Dan Glaister in The Guardian:
Set up three years ago by the writer Dave Eggers and some friends, 826 Valencia in San Francisco’s Mission district is a drop-in centre for schoolchildren looking for extra help with homework, a bit of peace and quiet, or a chance to listen to a good story.
The place has been so successful that it has spawned imitators: New York City has one in Brooklyn (the front is a superhero supplies shop, where the aerodynamic qualities of capes can be tested using an industrial fan), Los Angeles and Michigan have them, and others are imminent in Chicago and Seattle. Massachusetts and Cincinnati have centres modelled on 826.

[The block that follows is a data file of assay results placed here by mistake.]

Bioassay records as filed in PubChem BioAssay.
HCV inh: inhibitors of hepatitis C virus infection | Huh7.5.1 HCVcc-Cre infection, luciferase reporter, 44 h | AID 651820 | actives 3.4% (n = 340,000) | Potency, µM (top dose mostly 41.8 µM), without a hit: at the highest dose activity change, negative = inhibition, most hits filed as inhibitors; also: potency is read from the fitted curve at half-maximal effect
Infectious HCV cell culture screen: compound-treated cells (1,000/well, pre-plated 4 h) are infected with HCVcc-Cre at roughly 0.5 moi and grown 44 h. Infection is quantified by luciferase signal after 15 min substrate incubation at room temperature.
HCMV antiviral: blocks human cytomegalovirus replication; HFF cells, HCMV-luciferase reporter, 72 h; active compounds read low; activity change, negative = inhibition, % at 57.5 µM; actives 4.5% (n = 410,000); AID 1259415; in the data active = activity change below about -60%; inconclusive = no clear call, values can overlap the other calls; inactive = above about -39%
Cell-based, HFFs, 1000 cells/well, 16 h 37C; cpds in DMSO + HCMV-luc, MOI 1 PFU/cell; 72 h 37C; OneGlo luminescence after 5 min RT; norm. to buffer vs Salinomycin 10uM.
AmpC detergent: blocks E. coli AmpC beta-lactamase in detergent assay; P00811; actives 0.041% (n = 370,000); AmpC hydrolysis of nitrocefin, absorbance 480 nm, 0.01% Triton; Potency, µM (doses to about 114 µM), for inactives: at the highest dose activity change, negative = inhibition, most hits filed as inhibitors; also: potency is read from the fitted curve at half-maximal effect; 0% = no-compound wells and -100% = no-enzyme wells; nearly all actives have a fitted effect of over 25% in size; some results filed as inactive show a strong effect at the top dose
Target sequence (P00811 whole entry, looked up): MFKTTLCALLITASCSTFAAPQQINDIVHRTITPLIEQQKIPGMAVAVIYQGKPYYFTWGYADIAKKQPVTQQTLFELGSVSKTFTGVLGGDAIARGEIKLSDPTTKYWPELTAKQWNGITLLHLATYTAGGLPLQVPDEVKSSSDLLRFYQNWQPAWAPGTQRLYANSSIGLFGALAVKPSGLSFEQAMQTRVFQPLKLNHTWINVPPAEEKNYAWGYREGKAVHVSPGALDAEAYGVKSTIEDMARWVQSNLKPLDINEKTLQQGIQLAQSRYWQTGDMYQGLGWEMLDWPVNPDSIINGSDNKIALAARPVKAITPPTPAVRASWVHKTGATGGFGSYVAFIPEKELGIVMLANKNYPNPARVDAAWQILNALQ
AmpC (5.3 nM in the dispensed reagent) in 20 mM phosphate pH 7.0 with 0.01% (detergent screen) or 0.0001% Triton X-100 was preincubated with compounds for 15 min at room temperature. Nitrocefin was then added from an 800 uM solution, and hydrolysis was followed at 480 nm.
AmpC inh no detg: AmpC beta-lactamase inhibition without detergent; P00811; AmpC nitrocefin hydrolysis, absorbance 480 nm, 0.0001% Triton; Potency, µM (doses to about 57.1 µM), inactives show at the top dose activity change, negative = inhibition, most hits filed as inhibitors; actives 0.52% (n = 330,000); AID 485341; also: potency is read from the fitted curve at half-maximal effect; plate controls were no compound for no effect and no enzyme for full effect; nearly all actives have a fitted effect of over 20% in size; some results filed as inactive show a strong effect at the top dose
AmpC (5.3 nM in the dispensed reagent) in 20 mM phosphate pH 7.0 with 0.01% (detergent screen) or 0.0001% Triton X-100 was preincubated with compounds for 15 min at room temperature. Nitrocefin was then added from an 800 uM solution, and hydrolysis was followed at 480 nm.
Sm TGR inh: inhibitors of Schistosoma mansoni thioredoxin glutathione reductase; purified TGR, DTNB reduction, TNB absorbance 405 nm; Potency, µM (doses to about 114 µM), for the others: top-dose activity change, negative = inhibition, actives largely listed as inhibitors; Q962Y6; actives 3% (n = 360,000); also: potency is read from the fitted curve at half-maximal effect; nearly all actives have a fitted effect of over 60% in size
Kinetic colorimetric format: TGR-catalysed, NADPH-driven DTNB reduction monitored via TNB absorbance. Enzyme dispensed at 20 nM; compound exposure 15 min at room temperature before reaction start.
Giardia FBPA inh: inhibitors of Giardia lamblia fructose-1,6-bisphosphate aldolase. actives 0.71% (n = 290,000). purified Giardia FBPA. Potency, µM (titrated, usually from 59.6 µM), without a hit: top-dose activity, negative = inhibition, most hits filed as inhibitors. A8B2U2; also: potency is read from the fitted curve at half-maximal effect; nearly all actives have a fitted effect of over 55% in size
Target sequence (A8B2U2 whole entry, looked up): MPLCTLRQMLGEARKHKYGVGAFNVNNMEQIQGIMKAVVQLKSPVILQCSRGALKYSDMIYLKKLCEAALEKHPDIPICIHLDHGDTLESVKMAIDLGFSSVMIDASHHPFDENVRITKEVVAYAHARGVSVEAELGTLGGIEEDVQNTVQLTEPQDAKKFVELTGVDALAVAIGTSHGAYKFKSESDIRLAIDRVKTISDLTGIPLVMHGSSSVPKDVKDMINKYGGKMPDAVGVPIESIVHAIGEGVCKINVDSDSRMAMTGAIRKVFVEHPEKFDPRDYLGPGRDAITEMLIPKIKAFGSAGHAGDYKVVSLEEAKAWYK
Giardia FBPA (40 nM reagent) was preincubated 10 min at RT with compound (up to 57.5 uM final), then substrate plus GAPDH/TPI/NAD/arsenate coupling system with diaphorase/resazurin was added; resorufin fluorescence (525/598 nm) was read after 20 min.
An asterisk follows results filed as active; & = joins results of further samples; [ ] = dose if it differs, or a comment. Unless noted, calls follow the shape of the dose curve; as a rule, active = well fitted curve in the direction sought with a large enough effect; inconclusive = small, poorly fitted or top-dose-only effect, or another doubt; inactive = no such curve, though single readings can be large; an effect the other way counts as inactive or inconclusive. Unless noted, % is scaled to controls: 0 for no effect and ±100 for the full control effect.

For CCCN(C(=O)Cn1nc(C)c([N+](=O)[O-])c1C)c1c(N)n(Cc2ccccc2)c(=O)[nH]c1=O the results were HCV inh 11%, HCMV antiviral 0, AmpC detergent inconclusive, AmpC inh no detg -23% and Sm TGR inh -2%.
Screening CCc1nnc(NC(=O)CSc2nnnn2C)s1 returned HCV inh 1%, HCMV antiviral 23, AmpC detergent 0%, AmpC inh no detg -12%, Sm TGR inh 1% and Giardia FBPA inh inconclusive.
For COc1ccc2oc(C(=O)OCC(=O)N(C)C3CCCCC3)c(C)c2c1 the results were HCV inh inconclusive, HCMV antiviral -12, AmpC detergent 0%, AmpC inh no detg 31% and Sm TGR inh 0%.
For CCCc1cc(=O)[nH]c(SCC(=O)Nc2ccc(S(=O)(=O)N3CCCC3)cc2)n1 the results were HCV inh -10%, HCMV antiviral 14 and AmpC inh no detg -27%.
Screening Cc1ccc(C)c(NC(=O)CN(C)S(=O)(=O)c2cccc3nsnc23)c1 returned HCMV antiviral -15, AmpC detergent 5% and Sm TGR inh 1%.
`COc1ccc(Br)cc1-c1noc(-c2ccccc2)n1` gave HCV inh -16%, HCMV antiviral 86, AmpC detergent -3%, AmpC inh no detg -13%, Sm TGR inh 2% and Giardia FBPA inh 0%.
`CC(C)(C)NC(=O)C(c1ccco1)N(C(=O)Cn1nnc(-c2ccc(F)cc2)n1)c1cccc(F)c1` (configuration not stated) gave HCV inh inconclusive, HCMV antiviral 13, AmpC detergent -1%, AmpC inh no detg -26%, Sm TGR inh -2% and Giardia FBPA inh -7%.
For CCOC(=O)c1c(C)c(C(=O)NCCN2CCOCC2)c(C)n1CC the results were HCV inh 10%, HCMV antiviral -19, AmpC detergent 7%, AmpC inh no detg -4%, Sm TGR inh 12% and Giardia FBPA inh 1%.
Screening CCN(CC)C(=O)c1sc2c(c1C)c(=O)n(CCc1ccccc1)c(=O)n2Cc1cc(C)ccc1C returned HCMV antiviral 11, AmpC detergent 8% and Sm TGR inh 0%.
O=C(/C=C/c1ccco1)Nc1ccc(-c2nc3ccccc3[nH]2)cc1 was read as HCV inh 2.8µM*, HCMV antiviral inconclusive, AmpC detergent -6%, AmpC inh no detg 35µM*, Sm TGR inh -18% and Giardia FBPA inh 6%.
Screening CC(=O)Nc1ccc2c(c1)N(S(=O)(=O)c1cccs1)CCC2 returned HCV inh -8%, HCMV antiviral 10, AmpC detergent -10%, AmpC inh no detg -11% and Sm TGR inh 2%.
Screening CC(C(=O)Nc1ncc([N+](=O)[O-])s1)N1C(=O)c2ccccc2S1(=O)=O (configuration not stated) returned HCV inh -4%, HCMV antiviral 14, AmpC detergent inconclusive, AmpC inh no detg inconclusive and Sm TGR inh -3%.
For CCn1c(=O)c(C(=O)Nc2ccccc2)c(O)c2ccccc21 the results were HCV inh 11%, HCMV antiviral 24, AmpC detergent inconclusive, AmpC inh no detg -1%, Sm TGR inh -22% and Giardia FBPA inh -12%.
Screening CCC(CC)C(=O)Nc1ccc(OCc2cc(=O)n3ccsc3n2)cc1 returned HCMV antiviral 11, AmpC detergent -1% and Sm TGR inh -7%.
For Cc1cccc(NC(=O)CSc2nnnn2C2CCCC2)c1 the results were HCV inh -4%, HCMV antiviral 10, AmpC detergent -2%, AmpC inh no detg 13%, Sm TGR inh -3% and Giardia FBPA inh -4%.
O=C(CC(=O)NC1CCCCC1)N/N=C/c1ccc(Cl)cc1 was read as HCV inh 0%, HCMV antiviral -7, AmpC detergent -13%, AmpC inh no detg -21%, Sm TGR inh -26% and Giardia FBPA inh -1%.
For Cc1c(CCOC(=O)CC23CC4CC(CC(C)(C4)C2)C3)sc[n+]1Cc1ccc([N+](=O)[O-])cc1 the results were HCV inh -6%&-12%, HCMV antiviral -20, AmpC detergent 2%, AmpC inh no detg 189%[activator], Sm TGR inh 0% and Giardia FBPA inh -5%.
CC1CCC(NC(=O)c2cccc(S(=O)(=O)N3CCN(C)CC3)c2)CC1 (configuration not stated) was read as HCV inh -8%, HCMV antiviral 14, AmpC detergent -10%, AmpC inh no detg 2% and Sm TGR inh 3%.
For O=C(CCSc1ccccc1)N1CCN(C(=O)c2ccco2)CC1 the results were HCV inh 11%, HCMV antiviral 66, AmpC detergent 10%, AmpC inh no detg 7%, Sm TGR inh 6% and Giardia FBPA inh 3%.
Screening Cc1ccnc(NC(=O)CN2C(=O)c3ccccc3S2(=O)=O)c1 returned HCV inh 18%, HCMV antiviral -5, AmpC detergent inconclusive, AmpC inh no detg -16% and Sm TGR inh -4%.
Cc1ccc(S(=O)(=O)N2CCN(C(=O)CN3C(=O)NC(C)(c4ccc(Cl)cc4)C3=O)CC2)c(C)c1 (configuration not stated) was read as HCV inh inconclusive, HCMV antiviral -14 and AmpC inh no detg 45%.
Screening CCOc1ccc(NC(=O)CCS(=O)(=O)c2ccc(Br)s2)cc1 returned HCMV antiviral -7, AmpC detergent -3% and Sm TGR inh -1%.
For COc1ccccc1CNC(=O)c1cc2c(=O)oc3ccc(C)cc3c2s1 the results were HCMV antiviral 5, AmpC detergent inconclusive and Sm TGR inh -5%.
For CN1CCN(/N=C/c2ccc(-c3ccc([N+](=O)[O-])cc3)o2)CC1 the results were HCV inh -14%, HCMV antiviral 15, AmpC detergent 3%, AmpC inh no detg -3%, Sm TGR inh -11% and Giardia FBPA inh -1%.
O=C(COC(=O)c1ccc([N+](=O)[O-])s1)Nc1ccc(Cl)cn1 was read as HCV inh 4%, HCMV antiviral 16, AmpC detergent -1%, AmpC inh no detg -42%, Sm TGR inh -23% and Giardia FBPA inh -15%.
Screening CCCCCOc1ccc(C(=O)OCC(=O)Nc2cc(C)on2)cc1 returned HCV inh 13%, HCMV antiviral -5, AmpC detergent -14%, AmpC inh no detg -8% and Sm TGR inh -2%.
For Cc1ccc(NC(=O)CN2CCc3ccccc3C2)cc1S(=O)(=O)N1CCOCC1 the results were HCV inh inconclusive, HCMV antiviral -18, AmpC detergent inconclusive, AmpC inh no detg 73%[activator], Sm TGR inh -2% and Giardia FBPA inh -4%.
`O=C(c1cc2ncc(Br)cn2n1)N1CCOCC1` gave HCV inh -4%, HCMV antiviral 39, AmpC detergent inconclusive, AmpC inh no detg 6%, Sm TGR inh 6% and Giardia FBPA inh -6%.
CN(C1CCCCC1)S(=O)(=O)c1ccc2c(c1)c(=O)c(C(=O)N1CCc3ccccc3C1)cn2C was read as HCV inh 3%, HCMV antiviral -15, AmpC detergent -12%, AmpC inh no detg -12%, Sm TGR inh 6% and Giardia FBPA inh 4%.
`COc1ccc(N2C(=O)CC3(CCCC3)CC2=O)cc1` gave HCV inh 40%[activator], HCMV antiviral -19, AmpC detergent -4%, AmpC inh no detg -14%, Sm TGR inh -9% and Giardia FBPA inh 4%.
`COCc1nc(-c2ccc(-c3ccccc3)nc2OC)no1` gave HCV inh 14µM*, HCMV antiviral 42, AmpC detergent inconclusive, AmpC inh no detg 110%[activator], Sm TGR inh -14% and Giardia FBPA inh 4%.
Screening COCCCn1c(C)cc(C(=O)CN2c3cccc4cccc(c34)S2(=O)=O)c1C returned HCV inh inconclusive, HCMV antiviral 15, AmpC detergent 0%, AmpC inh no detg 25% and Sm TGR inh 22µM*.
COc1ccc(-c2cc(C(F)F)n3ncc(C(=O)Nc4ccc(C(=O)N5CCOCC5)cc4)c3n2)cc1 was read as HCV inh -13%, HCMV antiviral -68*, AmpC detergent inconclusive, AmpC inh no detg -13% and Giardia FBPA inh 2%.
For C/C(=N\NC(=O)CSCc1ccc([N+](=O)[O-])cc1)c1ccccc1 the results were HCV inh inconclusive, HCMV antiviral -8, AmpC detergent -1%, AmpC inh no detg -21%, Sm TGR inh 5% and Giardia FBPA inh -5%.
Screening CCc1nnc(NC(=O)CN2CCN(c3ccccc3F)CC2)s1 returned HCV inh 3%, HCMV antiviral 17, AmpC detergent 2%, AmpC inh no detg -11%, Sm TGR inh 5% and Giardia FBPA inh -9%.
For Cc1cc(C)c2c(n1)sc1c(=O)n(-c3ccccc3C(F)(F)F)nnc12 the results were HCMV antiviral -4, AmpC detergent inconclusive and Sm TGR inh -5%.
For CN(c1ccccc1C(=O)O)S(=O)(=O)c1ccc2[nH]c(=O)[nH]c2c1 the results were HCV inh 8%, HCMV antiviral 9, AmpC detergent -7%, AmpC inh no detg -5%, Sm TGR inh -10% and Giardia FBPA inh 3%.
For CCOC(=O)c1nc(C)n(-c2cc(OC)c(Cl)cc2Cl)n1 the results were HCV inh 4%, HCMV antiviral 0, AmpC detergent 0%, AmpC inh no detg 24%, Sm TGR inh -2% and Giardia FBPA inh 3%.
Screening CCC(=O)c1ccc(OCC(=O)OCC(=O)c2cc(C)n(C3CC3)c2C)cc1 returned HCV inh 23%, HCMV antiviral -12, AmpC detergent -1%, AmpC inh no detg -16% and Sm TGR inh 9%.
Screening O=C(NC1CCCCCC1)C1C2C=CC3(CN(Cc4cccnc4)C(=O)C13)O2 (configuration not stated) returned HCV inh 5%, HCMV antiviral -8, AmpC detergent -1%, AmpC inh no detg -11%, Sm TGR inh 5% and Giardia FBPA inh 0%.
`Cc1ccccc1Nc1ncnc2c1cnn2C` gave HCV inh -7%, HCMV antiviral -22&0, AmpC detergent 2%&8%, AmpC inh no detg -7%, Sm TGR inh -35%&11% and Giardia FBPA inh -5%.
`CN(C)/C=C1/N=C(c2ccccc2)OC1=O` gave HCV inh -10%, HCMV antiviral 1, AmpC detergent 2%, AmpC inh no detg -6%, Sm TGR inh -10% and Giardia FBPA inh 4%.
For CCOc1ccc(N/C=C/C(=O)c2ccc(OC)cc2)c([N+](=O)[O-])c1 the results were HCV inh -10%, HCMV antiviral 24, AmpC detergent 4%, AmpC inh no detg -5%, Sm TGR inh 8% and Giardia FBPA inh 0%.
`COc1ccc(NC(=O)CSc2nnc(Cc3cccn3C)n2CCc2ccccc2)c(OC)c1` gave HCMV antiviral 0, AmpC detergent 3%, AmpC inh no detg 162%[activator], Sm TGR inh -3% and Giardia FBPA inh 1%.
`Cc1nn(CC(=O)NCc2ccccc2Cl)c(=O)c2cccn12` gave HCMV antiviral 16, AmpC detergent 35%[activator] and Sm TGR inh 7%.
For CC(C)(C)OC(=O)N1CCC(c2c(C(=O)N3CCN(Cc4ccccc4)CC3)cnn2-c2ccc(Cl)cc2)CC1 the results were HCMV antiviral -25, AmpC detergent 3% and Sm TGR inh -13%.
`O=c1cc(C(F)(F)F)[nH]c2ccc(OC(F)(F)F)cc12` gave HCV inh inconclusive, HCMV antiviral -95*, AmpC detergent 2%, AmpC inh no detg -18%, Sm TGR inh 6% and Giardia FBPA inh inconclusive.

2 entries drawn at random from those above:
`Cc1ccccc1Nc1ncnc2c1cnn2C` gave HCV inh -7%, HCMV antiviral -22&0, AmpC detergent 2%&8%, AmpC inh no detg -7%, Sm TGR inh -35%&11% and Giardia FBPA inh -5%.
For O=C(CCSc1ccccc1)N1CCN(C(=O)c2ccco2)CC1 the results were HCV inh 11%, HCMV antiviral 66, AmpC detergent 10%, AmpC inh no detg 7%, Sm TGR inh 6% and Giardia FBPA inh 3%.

But that is only part of the story. Eggers, along with two colleagues, has also edited an oral history book, Teachers Have It Easy. It describes, with sometimes startling explicitness, their daily lives. Sure, there’s the teaching, the long days, the constant pressure of being on the job. But other things truly shock: the teachers who mow lawns at weekends or paint houses to make ends meet. The teacher who works in a bar to buy books for his class. If you want an easy life, the book explains in an easy-to-follow chart, become a pharmaceuticals salesman, not a teacher.